(c) Discipline. A court of appeals may discipline an attorney who 
practices before it for conduct unbecoming a member of the bar or for 
failure to comply with any court rule. First, however, the court must 
afford the attorney reasonable notice, an opportunity to show cause to 
the contrary, and, if requested, a hearing.
(As amended Mar. 10, 1986, eff. July 1, 1986; Apr. 24, 1998, eff. Dec. 
1, 1998.)
Rule 47. Local Rules by Courts of Appeals
    (a) Local Rules.
            (1) Each court of appeals acting by a majority of its judges 
        in regular active service may, after giving appropriate public 
        notice and opportunity for comment, make and amend rules 
        governing its practice. A generally applicable direction to 
        parties or lawyers regarding practice before a court must be in 
        a local rule rather than an internal operating procedure or 
        standing order. A local rule must be consistent with--but not 
        duplicative of--Acts of Congress and rules adopted under 28 
        U.S.C. Sec. 2072 and must conform to any uniform numbering 
        system prescribed by the Judicial Conference of the United 
        States. Each circuit clerk must send the Administrative Office 
        of the United States Courts a copy of each local rule and 
        internal operating procedure when it is promulgated or amended.
            (2) A local rule imposing a requirement of form must not be 
        enforced in a manner that causes a party to lose rights because 
        of a nonwillful failure to comply with the requirement.
    (b) Procedure When There Is No Controlling Law. A court of appeals 
may regulate practice in a particular case in any manner consistent with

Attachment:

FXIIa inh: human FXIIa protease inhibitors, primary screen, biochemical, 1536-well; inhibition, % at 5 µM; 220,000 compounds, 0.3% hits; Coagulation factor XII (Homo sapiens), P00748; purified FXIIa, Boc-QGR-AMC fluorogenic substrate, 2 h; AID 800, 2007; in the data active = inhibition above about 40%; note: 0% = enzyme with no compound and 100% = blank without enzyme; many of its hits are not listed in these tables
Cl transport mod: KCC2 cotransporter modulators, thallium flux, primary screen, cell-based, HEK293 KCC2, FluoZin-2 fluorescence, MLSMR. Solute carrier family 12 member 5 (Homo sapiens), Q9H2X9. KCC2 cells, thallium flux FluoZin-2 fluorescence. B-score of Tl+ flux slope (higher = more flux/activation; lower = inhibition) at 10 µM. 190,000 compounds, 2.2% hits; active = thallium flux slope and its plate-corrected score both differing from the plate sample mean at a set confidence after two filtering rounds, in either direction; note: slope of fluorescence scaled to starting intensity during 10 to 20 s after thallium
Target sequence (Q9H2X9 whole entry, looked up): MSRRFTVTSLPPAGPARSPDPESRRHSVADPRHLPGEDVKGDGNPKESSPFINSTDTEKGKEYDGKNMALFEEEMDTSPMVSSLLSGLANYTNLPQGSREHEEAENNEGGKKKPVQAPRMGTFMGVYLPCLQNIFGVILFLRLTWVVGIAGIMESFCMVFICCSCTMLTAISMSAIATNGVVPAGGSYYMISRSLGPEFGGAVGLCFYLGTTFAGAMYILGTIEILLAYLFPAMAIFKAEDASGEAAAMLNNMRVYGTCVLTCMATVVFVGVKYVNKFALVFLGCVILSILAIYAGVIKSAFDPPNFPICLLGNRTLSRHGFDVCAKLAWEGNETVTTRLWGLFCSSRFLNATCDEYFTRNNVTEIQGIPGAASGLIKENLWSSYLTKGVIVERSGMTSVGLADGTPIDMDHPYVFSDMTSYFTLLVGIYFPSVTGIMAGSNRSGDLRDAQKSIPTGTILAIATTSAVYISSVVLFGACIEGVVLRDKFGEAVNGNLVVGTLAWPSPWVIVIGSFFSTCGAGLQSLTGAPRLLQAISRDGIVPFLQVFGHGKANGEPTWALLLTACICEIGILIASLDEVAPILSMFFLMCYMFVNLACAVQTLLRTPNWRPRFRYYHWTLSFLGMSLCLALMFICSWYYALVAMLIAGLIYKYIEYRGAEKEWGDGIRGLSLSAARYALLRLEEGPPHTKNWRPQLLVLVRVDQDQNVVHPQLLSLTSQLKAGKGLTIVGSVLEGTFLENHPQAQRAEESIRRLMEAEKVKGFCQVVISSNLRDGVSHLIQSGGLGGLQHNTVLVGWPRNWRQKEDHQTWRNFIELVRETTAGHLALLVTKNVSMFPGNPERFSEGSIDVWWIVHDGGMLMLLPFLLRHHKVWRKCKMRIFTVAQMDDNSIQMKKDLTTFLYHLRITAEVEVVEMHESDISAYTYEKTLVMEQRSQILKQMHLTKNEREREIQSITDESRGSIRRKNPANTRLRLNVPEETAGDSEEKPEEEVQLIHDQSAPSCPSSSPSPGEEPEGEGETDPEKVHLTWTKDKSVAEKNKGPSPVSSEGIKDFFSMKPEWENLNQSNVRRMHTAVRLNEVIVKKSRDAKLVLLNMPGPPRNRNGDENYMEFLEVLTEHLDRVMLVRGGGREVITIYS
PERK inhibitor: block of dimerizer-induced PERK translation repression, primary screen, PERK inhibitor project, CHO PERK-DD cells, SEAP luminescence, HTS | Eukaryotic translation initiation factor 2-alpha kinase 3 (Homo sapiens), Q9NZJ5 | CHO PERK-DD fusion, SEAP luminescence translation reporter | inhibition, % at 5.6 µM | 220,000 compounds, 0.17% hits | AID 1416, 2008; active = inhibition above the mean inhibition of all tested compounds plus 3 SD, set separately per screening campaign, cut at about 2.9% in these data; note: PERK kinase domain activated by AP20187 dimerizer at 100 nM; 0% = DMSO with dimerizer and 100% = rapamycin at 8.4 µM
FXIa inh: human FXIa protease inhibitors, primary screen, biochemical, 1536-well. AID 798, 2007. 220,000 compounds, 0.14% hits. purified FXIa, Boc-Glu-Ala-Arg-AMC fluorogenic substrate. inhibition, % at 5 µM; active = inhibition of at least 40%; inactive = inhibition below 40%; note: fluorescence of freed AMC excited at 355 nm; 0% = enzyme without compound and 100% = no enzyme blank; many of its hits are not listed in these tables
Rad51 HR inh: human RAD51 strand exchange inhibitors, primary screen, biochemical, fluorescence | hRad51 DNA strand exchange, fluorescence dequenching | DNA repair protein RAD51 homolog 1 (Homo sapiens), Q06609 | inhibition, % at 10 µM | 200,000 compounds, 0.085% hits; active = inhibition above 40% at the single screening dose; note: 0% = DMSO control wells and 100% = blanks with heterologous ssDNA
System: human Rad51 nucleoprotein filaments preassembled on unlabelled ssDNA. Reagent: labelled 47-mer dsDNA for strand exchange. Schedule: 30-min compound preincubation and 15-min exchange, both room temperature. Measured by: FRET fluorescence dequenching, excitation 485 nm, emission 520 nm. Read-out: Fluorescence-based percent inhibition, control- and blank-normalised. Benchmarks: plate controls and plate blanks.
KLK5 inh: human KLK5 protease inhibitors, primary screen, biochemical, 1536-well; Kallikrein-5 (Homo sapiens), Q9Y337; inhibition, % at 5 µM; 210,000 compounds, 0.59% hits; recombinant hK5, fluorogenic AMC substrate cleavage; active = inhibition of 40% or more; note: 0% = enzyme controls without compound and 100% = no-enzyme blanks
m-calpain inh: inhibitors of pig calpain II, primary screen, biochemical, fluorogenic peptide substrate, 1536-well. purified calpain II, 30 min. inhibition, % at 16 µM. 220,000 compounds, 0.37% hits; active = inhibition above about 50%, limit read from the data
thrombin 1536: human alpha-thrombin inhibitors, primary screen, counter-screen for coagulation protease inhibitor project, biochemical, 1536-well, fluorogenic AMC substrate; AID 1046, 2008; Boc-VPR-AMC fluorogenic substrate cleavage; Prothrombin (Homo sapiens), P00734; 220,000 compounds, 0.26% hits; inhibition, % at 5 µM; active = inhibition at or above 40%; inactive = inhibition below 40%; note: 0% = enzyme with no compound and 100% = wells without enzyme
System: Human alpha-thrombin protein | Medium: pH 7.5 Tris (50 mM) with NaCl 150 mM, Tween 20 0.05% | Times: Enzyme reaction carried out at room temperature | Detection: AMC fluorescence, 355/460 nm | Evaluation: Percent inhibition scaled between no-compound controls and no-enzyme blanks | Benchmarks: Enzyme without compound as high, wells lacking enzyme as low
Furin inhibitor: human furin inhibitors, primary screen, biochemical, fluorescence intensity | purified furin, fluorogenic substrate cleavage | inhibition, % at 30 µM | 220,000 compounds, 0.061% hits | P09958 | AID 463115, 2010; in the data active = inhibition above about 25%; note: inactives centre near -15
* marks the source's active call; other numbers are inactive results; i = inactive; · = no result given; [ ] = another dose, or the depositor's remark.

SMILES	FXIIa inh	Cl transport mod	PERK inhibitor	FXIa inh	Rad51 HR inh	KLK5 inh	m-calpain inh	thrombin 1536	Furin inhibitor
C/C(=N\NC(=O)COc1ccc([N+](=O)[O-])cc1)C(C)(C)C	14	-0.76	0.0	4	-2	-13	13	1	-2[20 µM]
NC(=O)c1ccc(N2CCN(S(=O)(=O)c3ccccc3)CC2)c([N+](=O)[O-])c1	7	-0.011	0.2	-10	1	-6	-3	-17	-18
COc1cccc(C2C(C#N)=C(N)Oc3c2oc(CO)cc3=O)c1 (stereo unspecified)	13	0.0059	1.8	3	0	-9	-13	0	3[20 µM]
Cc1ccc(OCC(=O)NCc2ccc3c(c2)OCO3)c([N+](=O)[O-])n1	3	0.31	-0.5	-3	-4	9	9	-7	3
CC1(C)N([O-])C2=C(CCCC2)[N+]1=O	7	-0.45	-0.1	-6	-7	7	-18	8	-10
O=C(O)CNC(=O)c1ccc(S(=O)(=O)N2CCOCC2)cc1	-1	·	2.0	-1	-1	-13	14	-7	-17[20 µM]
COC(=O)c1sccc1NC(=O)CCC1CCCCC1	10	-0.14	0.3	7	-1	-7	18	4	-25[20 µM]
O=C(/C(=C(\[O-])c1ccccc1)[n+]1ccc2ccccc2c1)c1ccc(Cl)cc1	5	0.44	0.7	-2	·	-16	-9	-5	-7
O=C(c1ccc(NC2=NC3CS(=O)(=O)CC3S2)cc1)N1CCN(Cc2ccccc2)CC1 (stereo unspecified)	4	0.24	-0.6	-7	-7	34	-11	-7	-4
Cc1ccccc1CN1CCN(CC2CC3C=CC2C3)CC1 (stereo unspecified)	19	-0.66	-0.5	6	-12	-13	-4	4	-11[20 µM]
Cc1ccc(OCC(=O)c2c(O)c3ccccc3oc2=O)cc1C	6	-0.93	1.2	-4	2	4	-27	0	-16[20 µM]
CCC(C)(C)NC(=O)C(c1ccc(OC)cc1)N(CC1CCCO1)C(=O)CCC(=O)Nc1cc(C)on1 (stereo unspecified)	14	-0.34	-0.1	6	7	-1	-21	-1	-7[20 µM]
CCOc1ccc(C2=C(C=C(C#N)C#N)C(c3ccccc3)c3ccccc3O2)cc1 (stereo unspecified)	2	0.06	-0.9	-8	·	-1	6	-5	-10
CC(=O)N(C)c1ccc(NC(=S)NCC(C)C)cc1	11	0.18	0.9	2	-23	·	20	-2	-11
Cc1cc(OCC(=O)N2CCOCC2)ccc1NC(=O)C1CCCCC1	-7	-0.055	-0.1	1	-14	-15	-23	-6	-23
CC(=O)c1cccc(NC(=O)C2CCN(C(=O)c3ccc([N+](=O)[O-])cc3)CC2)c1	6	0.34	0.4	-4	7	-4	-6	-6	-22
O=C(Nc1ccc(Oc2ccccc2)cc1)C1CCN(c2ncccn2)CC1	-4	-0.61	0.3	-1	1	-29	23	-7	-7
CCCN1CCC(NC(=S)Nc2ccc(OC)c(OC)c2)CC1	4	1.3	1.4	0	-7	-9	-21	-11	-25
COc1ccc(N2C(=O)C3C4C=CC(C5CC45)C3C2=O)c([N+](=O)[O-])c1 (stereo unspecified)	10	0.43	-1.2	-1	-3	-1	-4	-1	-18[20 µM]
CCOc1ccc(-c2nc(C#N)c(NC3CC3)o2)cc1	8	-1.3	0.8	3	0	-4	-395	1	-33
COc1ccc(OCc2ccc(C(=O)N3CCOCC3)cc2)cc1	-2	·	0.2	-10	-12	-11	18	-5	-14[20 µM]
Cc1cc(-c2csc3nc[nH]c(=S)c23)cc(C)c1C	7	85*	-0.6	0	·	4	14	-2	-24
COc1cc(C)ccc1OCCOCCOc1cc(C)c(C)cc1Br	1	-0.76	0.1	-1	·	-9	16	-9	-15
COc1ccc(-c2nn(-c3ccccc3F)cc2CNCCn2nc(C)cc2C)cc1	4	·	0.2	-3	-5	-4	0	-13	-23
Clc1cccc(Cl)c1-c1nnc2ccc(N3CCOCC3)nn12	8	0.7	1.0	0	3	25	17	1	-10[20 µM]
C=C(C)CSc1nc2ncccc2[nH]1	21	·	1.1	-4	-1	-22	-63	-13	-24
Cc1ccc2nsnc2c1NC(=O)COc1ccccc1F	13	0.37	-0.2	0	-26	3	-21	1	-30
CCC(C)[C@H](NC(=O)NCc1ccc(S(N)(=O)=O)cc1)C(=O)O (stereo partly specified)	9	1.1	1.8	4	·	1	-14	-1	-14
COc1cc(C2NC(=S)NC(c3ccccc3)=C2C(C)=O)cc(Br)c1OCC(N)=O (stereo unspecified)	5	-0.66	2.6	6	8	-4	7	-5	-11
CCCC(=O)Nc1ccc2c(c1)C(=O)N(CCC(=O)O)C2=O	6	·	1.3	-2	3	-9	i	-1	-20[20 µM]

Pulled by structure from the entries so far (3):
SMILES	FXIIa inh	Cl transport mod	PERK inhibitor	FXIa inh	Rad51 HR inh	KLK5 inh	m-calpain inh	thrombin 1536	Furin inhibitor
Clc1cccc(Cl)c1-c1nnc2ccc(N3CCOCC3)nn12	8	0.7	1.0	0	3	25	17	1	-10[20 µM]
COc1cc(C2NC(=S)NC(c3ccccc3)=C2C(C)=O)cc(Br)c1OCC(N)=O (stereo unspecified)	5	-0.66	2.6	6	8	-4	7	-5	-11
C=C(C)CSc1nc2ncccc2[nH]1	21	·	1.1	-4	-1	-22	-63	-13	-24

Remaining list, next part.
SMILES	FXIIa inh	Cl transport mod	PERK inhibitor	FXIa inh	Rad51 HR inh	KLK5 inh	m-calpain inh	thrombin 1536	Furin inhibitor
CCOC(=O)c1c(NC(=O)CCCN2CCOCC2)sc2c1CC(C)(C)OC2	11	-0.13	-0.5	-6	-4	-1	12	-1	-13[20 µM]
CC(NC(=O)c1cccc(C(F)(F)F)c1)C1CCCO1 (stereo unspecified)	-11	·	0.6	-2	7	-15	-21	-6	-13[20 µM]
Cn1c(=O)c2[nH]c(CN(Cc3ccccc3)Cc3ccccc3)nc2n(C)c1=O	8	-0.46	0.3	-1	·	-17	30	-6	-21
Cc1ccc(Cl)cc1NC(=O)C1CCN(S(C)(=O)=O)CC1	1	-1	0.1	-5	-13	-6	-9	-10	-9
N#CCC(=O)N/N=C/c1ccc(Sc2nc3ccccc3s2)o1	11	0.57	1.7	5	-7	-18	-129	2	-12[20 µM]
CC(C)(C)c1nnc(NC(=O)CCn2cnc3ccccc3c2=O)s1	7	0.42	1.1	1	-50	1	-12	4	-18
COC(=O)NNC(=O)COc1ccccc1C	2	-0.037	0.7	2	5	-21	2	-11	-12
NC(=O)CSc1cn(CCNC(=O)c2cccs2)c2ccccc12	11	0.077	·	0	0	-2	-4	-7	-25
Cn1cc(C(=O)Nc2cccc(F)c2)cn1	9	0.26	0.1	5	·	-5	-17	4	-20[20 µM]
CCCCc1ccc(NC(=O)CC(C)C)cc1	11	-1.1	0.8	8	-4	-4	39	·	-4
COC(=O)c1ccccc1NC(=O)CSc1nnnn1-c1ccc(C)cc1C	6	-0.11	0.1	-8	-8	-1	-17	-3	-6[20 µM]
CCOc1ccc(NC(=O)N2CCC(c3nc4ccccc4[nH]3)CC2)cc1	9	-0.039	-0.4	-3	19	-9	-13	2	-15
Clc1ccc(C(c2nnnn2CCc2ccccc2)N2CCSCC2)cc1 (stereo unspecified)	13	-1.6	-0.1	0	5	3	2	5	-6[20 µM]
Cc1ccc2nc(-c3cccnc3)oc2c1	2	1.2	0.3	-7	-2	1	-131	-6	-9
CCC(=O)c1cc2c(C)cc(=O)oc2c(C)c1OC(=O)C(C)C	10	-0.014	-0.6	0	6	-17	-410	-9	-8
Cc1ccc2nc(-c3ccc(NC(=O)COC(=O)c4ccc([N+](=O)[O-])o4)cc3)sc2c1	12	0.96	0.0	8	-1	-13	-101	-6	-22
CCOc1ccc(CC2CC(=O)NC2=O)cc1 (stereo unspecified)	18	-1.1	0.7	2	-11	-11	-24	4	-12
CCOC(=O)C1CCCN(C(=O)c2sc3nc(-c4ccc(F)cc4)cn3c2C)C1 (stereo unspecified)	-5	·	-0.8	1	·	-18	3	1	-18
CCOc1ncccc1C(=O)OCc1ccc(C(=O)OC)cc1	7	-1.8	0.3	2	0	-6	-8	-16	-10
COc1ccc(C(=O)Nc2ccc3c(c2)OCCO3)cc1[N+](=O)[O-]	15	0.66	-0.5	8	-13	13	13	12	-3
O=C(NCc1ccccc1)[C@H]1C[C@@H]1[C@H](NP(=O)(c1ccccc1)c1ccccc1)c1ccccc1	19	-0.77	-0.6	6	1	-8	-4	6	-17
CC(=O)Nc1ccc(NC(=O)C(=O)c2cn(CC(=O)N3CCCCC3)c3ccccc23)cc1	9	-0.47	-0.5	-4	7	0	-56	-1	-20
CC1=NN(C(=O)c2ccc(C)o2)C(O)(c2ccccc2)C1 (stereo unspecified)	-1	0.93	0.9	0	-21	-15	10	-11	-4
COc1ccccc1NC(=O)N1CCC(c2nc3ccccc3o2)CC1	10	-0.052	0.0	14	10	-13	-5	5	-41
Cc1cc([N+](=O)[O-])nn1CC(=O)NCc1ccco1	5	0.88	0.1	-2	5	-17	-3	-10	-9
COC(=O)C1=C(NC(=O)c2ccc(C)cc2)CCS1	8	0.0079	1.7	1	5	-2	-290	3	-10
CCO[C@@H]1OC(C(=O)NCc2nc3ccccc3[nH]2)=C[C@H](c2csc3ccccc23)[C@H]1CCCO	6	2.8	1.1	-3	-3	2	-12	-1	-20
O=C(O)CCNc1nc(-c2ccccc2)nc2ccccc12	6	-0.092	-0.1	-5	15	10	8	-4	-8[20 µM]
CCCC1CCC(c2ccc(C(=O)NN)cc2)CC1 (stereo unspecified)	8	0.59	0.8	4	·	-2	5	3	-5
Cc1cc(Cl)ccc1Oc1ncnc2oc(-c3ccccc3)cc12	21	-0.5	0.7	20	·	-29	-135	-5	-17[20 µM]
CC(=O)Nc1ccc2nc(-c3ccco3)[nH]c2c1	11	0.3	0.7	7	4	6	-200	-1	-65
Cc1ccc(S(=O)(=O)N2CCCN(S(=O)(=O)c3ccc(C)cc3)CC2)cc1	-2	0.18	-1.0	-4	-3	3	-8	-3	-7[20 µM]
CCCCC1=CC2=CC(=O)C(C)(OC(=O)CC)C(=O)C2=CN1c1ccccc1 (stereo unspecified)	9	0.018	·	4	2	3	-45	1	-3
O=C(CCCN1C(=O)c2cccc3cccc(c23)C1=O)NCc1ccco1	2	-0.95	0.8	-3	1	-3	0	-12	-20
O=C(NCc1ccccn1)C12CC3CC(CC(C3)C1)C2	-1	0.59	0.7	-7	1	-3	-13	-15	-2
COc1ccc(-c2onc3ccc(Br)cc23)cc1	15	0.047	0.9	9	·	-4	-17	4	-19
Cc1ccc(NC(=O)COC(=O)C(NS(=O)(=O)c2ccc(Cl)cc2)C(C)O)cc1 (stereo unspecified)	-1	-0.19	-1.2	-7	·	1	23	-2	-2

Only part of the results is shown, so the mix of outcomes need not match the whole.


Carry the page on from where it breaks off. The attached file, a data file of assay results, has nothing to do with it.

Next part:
federal law, these rules, and local rules of the circuit. No sanction or 
other disadvantage may be imposed for noncompliance with any requirement 
not in federal law, federal rules, or the local circuit rules unless the 
alleged violator has been furnished in the particular case with actual 
notice of the requirement.
(As amended Apr. 27, 1995, eff. Dec. 1, 1995; Apr. 24, 1998, eff. Dec. 
1, 1998.)
Rule 48. Masters
    (a) Appointment; Powers. A court of appeals may appoint a special 
master to hold hearings, if necessary, and to recommend factual findings 
and disposition in matters ancillary to proceedings in the court. Unless 
the order referring a matter to a master specifies or limits the 
master's powers, those powers include, but are not limited to, the 
following:
            (1) regulating all aspects of a hearing;
            (2) taking all appropriate action for the efficient 
        performance of the master's duties under the order;
            (3) requiring the production of evidence on all matters 
        embraced in the reference; and
            (4) administering oaths and examining witnesses and parties.
    (b) Compensation. If the master is not a judge or court employee, 
the court must determine the master's compensation and whether the cost 
is to be charged to any party.
(As amended Apr. 29, 1994, eff. Dec. 1, 1994; Apr. 24, 1998, eff. Dec. 
1, 1998.)



                  FEDERAL RULES OF APPELLATE PROCEDURE

                            APPENDIX OF FORMS

Form 1. Notice of Appeal to a Court of Appeals From a Judgment or Order 
of a District Court

          United States District Court for the _______________

                         District of ___________

                          File Number _________

                  A.B., Plaintiff

                         v.


                                                      Notice of Appeal
                  C.D., Defendant

    Notice is hereby given that ___(here name all parties taking the 
appeal)___, (plaintiffs) (defendants) in the above named case,* hereby